New Jersey
Bayshore Heritage Scenic Byway

New Jersey's Scenic Byways

The New Jersey Scenic Byway Program provides a framework for local communities to create management strategies and plans that balance development, conservation, tourism, and economic vitality. The designated scenic byways in the program exhibit many of the state’s distinctive historic, cultural, and unique characteristics, demonstrated through activities such as crabbing and shipbuilding, but also highlighted by landmarks including the State Capitol Building, the Hudson River, and the Old Barracks Museum.

Byways Provide Access to Public Lands

New Mexico byways provide access to the state’s most spectacular public lands, including 15 national parks, 35 state parks, three national trails, 46 national historic landmarks, and three World Heritage Sites.

About the National Scenic Byways Program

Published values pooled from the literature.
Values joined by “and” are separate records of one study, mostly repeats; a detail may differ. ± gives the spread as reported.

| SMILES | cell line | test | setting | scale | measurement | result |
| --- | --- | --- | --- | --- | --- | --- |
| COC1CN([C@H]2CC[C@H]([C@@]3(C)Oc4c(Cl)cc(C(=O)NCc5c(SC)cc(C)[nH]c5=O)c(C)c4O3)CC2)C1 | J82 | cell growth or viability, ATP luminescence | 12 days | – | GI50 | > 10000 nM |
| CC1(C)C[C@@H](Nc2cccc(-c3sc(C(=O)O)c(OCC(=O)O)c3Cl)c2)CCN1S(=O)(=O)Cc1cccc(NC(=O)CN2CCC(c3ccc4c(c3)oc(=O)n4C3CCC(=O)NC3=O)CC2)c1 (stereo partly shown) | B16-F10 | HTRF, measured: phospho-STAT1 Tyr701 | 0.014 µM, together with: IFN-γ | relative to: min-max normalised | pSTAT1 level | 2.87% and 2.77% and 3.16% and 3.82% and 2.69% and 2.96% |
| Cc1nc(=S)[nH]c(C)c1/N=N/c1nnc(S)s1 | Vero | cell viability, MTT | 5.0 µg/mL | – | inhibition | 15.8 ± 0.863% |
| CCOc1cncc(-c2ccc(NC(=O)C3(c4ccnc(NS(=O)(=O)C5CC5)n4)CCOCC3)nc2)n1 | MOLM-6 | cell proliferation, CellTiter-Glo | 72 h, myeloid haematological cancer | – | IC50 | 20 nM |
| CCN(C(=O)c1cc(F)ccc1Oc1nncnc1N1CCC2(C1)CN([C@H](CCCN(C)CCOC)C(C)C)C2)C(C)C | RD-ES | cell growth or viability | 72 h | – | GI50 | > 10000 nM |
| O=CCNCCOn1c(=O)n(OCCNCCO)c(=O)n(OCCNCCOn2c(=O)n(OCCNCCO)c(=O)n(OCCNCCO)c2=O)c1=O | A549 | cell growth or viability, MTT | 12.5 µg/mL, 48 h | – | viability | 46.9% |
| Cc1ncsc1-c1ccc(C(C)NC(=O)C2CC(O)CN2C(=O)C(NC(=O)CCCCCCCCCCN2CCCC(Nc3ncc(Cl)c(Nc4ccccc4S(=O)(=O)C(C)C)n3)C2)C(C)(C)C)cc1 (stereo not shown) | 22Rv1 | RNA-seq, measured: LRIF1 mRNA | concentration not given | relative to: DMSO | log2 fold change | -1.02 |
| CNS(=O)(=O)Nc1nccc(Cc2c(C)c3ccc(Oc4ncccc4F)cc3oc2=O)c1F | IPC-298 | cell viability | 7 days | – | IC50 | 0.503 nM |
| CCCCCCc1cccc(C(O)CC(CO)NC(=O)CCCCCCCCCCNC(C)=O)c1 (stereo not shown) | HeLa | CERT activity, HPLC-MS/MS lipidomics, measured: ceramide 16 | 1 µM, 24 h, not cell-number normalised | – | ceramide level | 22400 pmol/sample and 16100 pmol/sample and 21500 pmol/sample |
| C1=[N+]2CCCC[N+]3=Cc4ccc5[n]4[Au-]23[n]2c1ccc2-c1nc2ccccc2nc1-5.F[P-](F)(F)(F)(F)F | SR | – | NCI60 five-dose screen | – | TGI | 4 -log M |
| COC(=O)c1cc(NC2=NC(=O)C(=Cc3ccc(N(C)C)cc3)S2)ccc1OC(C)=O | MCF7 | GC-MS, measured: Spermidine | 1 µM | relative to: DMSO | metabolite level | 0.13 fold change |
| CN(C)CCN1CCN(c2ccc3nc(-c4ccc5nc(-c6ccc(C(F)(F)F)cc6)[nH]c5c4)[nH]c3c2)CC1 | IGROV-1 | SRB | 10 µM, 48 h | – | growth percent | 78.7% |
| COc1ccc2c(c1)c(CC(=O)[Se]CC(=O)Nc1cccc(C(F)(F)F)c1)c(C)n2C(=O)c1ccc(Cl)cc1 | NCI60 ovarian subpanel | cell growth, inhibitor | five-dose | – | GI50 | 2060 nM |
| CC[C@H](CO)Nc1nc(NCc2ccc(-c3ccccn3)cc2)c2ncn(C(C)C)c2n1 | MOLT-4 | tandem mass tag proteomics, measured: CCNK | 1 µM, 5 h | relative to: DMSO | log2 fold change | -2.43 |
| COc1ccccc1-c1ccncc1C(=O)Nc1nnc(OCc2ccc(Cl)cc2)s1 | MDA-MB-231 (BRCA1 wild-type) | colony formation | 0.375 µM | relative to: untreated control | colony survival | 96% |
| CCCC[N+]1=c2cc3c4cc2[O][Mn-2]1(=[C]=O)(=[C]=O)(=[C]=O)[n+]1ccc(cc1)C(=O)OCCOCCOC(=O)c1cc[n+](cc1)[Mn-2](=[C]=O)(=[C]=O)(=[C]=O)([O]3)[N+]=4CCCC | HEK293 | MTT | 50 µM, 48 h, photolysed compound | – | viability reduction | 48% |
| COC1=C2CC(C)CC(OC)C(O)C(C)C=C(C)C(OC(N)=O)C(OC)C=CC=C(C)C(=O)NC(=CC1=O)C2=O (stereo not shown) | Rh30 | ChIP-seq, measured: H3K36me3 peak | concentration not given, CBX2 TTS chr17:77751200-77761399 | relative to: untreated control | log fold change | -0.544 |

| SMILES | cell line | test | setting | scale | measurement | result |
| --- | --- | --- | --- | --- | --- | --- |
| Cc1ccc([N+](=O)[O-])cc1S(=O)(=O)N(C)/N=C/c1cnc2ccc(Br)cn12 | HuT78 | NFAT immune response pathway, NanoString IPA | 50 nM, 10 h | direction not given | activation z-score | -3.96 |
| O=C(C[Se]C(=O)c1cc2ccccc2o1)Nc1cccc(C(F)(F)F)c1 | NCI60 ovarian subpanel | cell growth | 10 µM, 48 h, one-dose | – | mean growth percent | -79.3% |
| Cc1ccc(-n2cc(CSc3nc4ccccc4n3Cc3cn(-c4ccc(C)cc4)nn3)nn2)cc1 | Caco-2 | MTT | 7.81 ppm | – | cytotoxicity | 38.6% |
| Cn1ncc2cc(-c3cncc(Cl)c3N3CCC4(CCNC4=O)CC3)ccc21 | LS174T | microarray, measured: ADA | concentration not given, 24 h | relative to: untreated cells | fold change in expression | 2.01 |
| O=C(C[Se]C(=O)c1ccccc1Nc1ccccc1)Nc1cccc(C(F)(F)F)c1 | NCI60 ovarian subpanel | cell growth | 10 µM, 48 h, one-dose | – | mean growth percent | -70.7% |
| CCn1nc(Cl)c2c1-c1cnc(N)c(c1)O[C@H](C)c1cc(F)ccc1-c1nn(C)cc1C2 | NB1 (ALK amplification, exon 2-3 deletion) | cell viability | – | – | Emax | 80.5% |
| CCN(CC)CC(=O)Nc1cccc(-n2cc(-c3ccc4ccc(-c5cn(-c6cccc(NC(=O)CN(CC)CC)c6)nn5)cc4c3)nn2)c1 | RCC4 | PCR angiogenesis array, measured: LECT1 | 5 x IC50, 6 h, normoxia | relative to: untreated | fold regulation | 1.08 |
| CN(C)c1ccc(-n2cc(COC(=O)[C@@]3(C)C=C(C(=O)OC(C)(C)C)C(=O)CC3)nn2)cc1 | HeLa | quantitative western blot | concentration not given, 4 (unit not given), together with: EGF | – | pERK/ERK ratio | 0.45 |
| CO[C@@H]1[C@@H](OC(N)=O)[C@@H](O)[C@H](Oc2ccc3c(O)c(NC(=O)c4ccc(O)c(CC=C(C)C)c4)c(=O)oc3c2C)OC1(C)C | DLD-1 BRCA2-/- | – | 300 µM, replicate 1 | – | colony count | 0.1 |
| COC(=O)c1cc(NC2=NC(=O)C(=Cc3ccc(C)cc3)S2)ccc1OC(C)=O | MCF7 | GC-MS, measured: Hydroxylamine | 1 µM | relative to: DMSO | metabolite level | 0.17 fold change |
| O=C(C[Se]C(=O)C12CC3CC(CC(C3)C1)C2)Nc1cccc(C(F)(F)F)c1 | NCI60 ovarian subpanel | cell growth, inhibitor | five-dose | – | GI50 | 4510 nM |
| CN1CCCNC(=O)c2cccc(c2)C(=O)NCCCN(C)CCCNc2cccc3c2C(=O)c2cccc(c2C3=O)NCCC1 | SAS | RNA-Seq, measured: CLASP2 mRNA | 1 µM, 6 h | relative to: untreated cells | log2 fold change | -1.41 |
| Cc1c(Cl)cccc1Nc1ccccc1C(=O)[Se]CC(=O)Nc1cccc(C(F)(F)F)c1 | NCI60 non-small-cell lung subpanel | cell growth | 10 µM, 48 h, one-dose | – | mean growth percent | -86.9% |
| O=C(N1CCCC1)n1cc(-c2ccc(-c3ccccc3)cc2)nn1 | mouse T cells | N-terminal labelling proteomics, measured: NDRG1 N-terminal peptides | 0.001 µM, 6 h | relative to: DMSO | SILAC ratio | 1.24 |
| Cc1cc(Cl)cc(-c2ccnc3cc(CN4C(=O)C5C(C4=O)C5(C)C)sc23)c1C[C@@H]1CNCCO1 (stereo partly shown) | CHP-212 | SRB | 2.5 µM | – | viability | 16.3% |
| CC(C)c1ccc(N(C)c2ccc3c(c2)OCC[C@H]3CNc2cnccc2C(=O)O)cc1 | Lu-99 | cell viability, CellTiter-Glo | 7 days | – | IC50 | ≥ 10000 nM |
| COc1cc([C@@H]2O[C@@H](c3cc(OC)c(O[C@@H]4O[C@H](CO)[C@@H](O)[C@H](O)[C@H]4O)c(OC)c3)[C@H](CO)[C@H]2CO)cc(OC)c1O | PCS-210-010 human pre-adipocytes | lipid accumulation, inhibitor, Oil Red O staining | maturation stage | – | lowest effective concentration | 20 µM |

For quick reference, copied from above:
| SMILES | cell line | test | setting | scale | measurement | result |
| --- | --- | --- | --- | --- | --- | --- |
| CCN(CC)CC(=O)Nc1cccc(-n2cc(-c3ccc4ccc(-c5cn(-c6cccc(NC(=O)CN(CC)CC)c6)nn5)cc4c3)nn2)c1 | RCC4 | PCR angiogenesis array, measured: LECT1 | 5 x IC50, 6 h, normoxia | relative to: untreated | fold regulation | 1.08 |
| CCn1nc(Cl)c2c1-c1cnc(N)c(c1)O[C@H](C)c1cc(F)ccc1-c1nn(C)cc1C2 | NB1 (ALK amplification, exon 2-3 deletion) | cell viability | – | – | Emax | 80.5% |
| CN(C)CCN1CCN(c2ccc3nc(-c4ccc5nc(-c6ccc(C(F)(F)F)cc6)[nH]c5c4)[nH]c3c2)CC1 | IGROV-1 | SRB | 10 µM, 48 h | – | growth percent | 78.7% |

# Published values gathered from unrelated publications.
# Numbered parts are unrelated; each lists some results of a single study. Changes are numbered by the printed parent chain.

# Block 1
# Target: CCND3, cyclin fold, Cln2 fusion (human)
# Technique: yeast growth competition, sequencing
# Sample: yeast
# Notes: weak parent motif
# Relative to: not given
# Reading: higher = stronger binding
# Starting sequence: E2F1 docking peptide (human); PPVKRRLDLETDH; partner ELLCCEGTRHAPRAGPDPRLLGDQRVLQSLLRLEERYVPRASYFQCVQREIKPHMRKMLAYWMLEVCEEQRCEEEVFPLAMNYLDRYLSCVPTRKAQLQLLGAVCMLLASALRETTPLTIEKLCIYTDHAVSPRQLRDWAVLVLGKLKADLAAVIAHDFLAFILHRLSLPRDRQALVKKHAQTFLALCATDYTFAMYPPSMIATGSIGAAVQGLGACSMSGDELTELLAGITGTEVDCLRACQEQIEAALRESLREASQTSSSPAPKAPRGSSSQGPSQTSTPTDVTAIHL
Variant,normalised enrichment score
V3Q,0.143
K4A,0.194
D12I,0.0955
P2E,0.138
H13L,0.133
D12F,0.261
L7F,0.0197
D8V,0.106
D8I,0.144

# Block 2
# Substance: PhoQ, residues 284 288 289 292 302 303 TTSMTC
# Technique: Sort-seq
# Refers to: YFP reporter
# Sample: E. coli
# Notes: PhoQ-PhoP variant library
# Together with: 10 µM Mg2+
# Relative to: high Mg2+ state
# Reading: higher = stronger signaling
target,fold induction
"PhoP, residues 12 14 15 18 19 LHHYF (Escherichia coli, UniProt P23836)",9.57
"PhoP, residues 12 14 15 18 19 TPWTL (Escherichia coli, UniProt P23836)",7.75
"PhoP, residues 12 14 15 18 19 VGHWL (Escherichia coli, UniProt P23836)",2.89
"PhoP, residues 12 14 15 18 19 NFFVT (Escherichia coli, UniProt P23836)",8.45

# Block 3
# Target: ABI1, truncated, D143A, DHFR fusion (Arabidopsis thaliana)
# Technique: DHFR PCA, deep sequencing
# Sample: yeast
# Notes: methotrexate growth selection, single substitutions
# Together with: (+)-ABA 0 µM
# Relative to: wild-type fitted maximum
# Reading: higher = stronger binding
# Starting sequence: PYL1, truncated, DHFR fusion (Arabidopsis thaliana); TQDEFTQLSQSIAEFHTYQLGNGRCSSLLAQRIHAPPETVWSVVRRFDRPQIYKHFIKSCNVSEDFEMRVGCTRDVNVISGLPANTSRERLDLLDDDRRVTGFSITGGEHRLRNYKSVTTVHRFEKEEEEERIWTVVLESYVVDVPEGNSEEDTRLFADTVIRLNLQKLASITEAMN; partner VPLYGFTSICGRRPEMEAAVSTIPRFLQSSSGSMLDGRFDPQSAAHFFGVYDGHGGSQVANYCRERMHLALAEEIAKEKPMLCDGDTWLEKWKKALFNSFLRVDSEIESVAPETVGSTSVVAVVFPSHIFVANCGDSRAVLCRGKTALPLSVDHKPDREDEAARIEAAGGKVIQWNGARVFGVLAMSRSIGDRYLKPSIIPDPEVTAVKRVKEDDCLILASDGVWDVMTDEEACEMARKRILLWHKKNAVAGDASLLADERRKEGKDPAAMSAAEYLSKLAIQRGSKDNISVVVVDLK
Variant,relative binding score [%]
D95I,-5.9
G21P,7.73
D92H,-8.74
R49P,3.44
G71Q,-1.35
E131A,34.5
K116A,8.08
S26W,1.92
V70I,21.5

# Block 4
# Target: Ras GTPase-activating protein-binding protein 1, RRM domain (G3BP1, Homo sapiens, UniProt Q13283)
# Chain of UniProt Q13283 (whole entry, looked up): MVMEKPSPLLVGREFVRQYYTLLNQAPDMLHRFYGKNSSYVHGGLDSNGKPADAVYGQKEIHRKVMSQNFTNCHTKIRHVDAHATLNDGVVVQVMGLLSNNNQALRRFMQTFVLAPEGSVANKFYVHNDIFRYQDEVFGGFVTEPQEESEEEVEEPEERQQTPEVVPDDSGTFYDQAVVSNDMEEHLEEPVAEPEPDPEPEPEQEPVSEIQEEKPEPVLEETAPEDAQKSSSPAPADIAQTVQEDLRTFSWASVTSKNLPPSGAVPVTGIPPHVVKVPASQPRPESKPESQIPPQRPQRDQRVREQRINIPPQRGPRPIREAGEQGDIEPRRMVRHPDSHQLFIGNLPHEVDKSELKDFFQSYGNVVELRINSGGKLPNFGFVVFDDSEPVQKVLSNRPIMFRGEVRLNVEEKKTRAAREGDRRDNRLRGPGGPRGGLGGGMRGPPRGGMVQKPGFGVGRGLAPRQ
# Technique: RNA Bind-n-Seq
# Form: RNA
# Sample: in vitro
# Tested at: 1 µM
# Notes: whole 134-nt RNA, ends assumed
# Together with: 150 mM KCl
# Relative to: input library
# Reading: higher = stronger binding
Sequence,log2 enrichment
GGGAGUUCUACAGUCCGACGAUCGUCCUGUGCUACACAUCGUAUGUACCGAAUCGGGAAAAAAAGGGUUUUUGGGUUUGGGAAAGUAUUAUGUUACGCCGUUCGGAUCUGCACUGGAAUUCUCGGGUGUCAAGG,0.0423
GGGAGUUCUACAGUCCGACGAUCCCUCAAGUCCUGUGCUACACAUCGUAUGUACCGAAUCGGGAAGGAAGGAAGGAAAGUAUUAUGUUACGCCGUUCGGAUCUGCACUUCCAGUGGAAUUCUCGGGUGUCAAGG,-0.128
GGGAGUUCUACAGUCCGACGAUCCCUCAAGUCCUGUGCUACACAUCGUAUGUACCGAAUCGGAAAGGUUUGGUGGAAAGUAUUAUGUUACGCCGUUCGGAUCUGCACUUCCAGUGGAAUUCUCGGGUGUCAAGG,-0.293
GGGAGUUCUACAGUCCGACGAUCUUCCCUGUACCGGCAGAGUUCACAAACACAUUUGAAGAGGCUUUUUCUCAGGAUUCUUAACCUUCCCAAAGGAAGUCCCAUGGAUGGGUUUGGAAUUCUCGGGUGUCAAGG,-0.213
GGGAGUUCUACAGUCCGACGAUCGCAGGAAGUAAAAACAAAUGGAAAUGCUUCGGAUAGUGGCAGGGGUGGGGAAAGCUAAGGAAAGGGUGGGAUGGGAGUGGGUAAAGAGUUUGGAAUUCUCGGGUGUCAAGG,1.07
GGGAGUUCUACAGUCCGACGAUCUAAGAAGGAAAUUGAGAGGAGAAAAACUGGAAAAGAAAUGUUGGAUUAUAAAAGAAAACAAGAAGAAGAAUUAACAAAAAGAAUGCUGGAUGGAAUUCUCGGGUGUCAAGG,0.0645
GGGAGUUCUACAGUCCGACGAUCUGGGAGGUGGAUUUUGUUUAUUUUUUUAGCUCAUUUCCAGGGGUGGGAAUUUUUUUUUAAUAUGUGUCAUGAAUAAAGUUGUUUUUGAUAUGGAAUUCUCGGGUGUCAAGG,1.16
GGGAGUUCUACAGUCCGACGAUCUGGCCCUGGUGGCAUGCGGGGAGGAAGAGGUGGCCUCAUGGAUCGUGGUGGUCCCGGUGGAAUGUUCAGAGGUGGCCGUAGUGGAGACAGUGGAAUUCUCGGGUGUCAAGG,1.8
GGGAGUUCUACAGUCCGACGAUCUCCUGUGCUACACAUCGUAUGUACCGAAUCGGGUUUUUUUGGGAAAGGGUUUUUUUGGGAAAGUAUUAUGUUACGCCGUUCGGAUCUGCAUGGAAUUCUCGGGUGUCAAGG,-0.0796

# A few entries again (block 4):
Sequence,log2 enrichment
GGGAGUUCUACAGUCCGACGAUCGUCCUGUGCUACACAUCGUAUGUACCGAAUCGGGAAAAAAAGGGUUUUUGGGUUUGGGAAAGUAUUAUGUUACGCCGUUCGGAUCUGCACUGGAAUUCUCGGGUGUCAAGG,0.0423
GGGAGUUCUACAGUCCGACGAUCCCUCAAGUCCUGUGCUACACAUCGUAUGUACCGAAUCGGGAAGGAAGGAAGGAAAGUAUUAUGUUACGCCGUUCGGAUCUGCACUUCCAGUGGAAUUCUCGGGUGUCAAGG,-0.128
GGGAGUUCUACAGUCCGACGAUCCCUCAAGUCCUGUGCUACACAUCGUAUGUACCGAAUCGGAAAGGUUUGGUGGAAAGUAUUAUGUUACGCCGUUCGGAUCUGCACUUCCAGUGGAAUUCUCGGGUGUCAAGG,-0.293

The National Scenic Byways Program, established by Congress in 1991, recognizes historic, scenic, and culturally important roads, all of which promote economic development and tourism in communities around the U.S. There are more than 1,200 byways in all 50 states.

All scenic byways exhibit one or more of six core intrinsic qualities — scenic, historic, recreational, cultural, archaeological, or natural. For a road to be named a national scenic byway, it must first be designated a state, tribal, or federal agency scenic byway. Once achieving that, a road may apply for national scenic byway designation, but its intrinsic quality must be of regional significance. All-American Roads are the very best of the national scenic byways, demonstrating at least two intrinsic qualities of national significance.